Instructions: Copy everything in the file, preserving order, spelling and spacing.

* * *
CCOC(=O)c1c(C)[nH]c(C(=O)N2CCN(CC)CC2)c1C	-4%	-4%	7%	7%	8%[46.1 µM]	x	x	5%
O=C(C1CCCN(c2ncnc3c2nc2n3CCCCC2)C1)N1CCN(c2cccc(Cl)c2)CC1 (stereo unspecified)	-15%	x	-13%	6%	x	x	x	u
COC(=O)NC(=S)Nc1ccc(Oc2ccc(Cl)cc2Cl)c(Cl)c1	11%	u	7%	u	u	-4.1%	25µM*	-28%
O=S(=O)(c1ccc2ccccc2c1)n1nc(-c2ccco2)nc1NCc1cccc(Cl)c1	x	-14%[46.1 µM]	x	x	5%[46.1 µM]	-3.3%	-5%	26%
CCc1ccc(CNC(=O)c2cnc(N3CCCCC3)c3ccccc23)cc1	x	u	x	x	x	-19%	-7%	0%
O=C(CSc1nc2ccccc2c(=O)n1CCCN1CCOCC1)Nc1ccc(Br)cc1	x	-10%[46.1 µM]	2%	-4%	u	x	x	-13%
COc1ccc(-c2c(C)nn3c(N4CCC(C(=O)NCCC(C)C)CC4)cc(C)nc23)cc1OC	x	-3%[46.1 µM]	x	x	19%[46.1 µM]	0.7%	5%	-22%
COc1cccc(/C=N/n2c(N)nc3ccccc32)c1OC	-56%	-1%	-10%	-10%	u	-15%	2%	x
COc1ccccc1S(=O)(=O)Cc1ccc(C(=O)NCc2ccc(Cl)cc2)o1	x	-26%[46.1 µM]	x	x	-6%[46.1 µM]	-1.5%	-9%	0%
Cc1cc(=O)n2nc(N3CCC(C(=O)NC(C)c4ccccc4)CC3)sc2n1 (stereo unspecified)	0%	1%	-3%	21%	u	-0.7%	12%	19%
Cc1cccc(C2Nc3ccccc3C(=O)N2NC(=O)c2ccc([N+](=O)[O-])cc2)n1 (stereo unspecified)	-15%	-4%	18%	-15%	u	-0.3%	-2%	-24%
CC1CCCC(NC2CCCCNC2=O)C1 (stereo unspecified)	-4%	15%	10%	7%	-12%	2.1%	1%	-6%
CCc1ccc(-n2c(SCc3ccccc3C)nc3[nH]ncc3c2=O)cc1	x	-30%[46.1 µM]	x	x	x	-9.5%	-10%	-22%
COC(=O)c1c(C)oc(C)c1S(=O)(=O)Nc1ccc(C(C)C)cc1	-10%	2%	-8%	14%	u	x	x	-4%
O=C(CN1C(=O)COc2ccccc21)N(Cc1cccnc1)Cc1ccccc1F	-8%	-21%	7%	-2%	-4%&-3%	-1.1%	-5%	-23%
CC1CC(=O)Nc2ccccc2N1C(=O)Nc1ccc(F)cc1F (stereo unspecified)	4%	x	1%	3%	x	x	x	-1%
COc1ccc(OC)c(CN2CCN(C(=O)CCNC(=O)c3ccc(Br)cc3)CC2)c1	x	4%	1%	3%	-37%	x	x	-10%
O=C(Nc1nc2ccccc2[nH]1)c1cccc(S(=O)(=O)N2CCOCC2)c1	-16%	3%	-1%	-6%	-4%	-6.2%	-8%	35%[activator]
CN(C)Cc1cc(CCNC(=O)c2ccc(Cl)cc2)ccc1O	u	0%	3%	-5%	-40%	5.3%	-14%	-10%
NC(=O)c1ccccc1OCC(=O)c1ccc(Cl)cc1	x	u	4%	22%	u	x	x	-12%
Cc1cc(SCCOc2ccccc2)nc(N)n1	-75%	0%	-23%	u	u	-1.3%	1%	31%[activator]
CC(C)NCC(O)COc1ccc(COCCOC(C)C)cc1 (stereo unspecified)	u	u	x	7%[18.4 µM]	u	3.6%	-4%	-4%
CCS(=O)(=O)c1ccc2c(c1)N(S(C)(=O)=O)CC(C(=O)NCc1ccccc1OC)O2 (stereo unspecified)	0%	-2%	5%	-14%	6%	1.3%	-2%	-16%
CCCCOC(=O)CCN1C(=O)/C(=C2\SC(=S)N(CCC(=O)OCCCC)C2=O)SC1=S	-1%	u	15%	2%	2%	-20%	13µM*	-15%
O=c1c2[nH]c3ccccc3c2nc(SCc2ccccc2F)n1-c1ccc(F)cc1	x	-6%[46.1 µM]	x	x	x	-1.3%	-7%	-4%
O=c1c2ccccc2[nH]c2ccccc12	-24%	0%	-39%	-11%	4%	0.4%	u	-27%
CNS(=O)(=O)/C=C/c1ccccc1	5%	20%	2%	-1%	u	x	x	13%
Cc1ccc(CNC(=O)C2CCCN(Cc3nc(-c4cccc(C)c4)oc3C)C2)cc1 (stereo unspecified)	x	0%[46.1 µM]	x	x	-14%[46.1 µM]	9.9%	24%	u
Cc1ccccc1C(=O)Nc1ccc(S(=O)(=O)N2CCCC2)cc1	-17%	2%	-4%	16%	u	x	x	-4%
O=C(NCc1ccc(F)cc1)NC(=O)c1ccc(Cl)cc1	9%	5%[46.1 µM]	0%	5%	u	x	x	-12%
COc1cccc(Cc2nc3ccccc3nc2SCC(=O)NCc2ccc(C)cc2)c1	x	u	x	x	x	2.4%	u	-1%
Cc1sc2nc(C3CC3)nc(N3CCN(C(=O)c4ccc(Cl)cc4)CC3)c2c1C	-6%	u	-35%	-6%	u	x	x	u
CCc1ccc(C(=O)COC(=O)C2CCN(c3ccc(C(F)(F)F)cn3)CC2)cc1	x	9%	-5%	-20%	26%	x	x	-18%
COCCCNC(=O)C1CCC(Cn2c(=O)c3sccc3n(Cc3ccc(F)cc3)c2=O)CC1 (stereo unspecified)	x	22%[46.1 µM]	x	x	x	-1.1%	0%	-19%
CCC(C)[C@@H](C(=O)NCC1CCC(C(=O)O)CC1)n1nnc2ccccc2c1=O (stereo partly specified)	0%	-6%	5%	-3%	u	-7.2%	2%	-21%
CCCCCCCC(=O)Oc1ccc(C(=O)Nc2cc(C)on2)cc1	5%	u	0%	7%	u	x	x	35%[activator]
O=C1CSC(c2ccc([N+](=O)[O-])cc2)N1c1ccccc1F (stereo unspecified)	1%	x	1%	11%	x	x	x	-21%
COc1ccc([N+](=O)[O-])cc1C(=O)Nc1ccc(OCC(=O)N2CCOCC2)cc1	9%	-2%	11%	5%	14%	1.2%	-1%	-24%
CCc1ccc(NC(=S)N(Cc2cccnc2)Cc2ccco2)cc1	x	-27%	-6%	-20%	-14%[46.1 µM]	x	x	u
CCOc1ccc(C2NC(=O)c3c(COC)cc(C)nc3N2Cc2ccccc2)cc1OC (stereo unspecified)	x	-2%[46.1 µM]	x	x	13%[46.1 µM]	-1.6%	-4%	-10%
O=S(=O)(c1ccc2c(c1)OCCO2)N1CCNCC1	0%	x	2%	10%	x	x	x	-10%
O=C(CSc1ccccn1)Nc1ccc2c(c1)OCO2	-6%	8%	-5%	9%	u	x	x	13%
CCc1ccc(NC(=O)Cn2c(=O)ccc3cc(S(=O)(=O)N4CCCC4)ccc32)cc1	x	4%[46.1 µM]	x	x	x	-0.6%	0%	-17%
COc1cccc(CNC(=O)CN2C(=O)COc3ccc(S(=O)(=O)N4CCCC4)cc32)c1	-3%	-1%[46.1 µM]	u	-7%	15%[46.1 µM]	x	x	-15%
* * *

CCOC(=O)c1c(C)[nH]c(C(=O)N2CCN(CC)CC2)c1C	-4%	-4%	7%	7%	8%[46.1 µM]	x	x	5%
O=C(C1CCCN(c2ncnc3c2nc2n3CCCCC2)C1)N1CCN(c2cccc(Cl)c2)CC1 (stereo unspecified)	-15%	x	-13%	6%	x	x	x	u
COC(=O)NC(=S)Nc1ccc(Oc2ccc(Cl)cc2Cl)c(Cl)c1	11%	u	7%	u	u	-4.1%	25µM*	-28%
O=S(=O)(c1ccc2ccccc2c1)n1nc(-c2ccco2)nc1NCc1cccc(Cl)c1	x	-14%[46.1 µM]	x	x	5%[46.1 µM]	-3.3%	-5%	26%
CCc1ccc(CNC(=O)c2cnc(N3CCCCC3)c3ccccc23)cc1	x	u	x	x	x	-19%	-7%	0%
O=C(CSc1nc2ccccc2c(=O)n1CCCN1CCOCC1)Nc1ccc(Br)cc1	x	-10%[46.1 µM]	2%	-4%	u	x	x	-13%
COc1ccc(-c2c(C)nn3c(N4CCC(C(=O)NCCC(C)C)CC4)cc(C)nc23)cc1OC	x	-3%[46.1 µM]	x	x	19%[46.1 µM]	0.7%	5%	-22%
COc1cccc(/C=N/n2c(N)nc3ccccc32)c1OC	-56%	-1%	-10%	-10%	u	-15%	2%	x
COc1ccccc1S(=O)(=O)Cc1ccc(C(=O)NCc2ccc(Cl)cc2)o1	x	-26%[46.1 µM]	x	x	-6%[46.1 µM]	-1.5%	-9%	0%
Cc1cc(=O)n2nc(N3CCC(C(=O)NC(C)c4ccccc4)CC3)sc2n1 (stereo unspecified)	0%	1%	-3%	21%	u	-0.7%	12%	19%
Cc1cccc(C2Nc3ccccc3C(=O)N2NC(=O)c2ccc([N+](=O)[O-])cc2)n1 (stereo unspecified)	-15%	-4%	18%	-15%	u	-0.3%	-2%	-24%
CC1CCCC(NC2CCCCNC2=O)C1 (stereo unspecified)	-4%	15%	10%	7%	-12%	2.1%	1%	-6%
CCc1ccc(-n2c(SCc3ccccc3C)nc3[nH]ncc3c2=O)cc1	x	-30%[46.1 µM]	x	x	x	-9.5%	-10%	-22%
COC(=O)c1c(C)oc(C)c1S(=O)(=O)Nc1ccc(C(C)C)cc1	-10%	2%	-8%	14%	u	x	x	-4%
O=C(CN1C(=O)COc2ccccc21)N(Cc1cccnc1)Cc1ccccc1F	-8%	-21%	7%	-2%	-4%&-3%	-1.1%	-5%	-23%
CC1CC(=O)Nc2ccccc2N1C(=O)Nc1ccc(F)cc1F (stereo unspecified)	4%	x	1%	3%	x	x	x	-1%
COc1ccc(OC)c(CN2CCN(C(=O)CCNC(=O)c3ccc(Br)cc3)CC2)c1	x	4%	1%	3%	-37%	x	x	-10%
O=C(Nc1nc2ccccc2[nH]1)c1cccc(S(=O)(=O)N2CCOCC2)c1	-16%	3%	-1%	-6%	-4%	-6.2%	-8%	35%[activator]
CN(C)Cc1cc(CCNC(=O)c2ccc(Cl)cc2)ccc1O	u	0%	3%	-5%	-40%	5.3%	-14%	-10%
NC(=O)c1ccccc1OCC(=O)c1ccc(Cl)cc1	x	u	4%	22%	u	x	x	-12%
Cc1cc(SCCOc2ccccc2)nc(N)n1	-75%	0%	-23%	u	u	-1.3%	1%	31%[activator]
CC(C)NCC(O)COc1ccc(COCCOC(C)C)cc1 (stereo unspecified)	u	u	x	7%[18.4 µM]	u	3.6%	-4%	-4%
CCS(=O)(=O)c1ccc2c(c1)N(S(C)(=O)=O)CC(C(=O)NCc1ccccc1OC)O2 (stereo unspecified)	0%	-2%	5%	-14%	6%	1.3%	-2%	-16%
CCCCOC(=O)CCN1C(=O)/C(=C2\SC(=S)N(CCC(=O)OCCCC)C2=O)SC1=S	-1%	u	15%	2%	2%	-20%	13µM*	-15%
O=c1c2[nH]c3ccccc3c2nc(SCc2ccccc2F)n1-c1ccc(F)cc1	x	-6%[46.1 µM]	x	x	x	-1.3%	-7%	-4%
O=c1c2ccccc2[nH]c2ccccc12	-24%	0%	-39%	-11%	4%	0.4%	u	-27%
CNS(=O)(=O)/C=C/c1ccccc1	5%	20%	2%	-1%	u	x	x	13%
Cc1ccc(CNC(=O)C2CCCN(Cc3nc(-c4cccc(C)c4)oc3C)C2)cc1 (stereo unspecified)	x	0%[46.1 µM]	x	x	-14%[46.1 µM]	9.9%	24%	u
Cc1ccccc1C(=O)Nc1ccc(S(=O)(=O)N2CCCC2)cc1	-17%	2%	-4%	16%	u	x	x	-4%
O=C(NCc1ccc(F)cc1)NC(=O)c1ccc(Cl)cc1	9%	5%[46.1 µM]	0%	5%	u	x	x	-12%
COc1cccc(Cc2nc3ccccc3nc2SCC(=O)NCc2ccc(C)cc2)c1	x	u	x	x	x	2.4%	u	-1%
Cc1sc2nc(C3CC3)nc(N3CCN(C(=O)c4ccc(Cl)cc4)CC3)c2c1C	-6%	u	-35%	-6%	u	x	x	u
CCc1ccc(C(=O)COC(=O)C2CCN(c3ccc(C(F)(F)F)cn3)CC2)cc1	x	9%	-5%	-20%	26%	x	x	-18%
COCCCNC(=O)C1CCC(Cn2c(=O)c3sccc3n(Cc3ccc(F)cc3)c2=O)CC1 (stereo unspecified)	x	22%[46.1 µM]	x	x	x	-1.1%	0%	-19%
CCC(C)[C@@H](C(=O)NCC1CCC(C(=O)O)CC1)n1nnc2ccccc2c1=O (stereo partly specified)	0%	-6%	5%	-3%	u	-7.2%	2%	-21%
CCCCCCCC(=O)Oc1ccc(C(=O)Nc2cc(C)on2)cc1	5%	u	0%	7%	u	x	x	35%[activator]
O=C1CSC(c2ccc([N+](=O)[O-])cc2)N1c1ccccc1F (stereo unspecified)	1%	x	1%	11%	x	x	x	-21%
COc1ccc([N+](=O)[O-])cc1C(=O)Nc1ccc(OCC(=O)N2CCOCC2)cc1	9%	-2%	11%	5%	14%	1.2%	-1%	-24%
CCc1ccc(NC(=S)N(Cc2cccnc2)Cc2ccco2)cc1	x	-27%	-6%	-20%	-14%[46.1 µM]	x	x	u
CCOc1ccc(C2NC(=O)c3c(COC)cc(C)nc3N2Cc2ccccc2)cc1OC (stereo unspecified)	x	-2%[46.1 µM]	x	x	13%[46.1 µM]	-1.6%	-4%	-10%
O=S(=O)(c1ccc2c(c1)OCCO2)N1CCNCC1	0%	x	2%	10%	x	x	x	-10%
O=C(CSc1ccccn1)Nc1ccc2c(c1)OCO2	-6%	8%	-5%	9%	u	x	x	13%
CCc1ccc(NC(=O)Cn2c(=O)ccc3cc(S(=O)(=O)N4CCCC4)ccc32)cc1	x	4%[46.1 µM]	x	x	x	-0.6%	0%	-17%
COc1cccc(CNC(=O)CN2C(=O)COc3ccc(S(=O)(=O)N4CCCC4)cc32)c1	-3%	-1%[46.1 µM]	u	-7%	15%[46.1 µM]	x	x	-15%